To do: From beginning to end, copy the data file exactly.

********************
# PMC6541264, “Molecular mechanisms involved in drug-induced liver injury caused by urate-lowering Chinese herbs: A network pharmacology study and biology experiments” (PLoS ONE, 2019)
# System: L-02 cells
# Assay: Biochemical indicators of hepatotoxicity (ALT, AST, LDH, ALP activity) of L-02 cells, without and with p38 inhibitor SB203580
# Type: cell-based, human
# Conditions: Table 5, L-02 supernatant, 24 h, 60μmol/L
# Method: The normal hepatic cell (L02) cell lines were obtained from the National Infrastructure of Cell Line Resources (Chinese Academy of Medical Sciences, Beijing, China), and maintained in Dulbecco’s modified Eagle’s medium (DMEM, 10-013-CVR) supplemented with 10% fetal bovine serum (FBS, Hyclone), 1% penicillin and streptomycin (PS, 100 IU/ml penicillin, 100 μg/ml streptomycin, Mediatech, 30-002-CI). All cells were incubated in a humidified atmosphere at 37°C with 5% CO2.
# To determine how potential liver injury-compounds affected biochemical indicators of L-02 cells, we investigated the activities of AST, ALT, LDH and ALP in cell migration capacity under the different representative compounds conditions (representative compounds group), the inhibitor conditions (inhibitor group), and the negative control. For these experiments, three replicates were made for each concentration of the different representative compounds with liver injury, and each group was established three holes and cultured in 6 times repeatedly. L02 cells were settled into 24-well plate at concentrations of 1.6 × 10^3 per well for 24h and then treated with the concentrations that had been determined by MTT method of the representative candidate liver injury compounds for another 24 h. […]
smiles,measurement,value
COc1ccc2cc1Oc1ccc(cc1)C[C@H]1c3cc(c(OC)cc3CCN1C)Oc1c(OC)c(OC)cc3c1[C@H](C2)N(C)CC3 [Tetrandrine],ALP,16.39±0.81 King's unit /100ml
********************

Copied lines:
# PMC6541264, “Molecular mechanisms involved in drug-induced liver injury caused by urate-lowering Chinese herbs: A network pharmacology study and biology experiments” (PLoS ONE, 2019)
# System: L-02 cells
# Assay: Biochemical indicators of hepatotoxicity (ALT, AST, LDH, ALP activity) of L-02 cells, without and with p38 inhibitor SB203580
# Type: cell-based, human
# Conditions: Table 5, L-02 supernatant, 24 h, 60μmol/L
# Method: The normal hepatic cell (L02) cell lines were obtained from the National Infrastructure of Cell Line Resources (Chinese Academy of Medical Sciences, Beijing, China), and maintained in Dulbecco’s modified Eagle’s medium (DMEM, 10-013-CVR) supplemented with 10% fetal bovine serum (FBS, Hyclone), 1% penicillin and streptomycin (PS, 100 IU/ml penicillin, 100 μg/ml streptomycin, Mediatech, 30-002-CI). All cells were incubated in a humidified atmosphere at 37°C with 5% CO2.
# To determine how potential liver injury-compounds affected biochemical indicators of L-02 cells, we investigated the activities of AST, ALT, LDH and ALP in cell migration capacity under the different representative compounds conditions (representative compounds group), the inhibitor conditions (inhibitor group), and the negative control. For these experiments, three replicates were made for each concentration of the different representative compounds with liver injury, and each group was established three holes and cultured in 6 times repeatedly. L02 cells were settled into 24-well plate at concentrations of 1.6 × 10^3 per well for 24h and then treated with the concentrations that had been determined by MTT method of the representative candidate liver injury compounds for another 24 h. […]
smiles,measurement,value
COc1ccc2cc1Oc1ccc(cc1)C[C@H]1c3cc(c(OC)cc3CCN1C)Oc1c(OC)c(OC)cc3c1[C@H](C2)N(C)CC3 [Tetrandrine],ALP,16.39±0.81 King's unit /100ml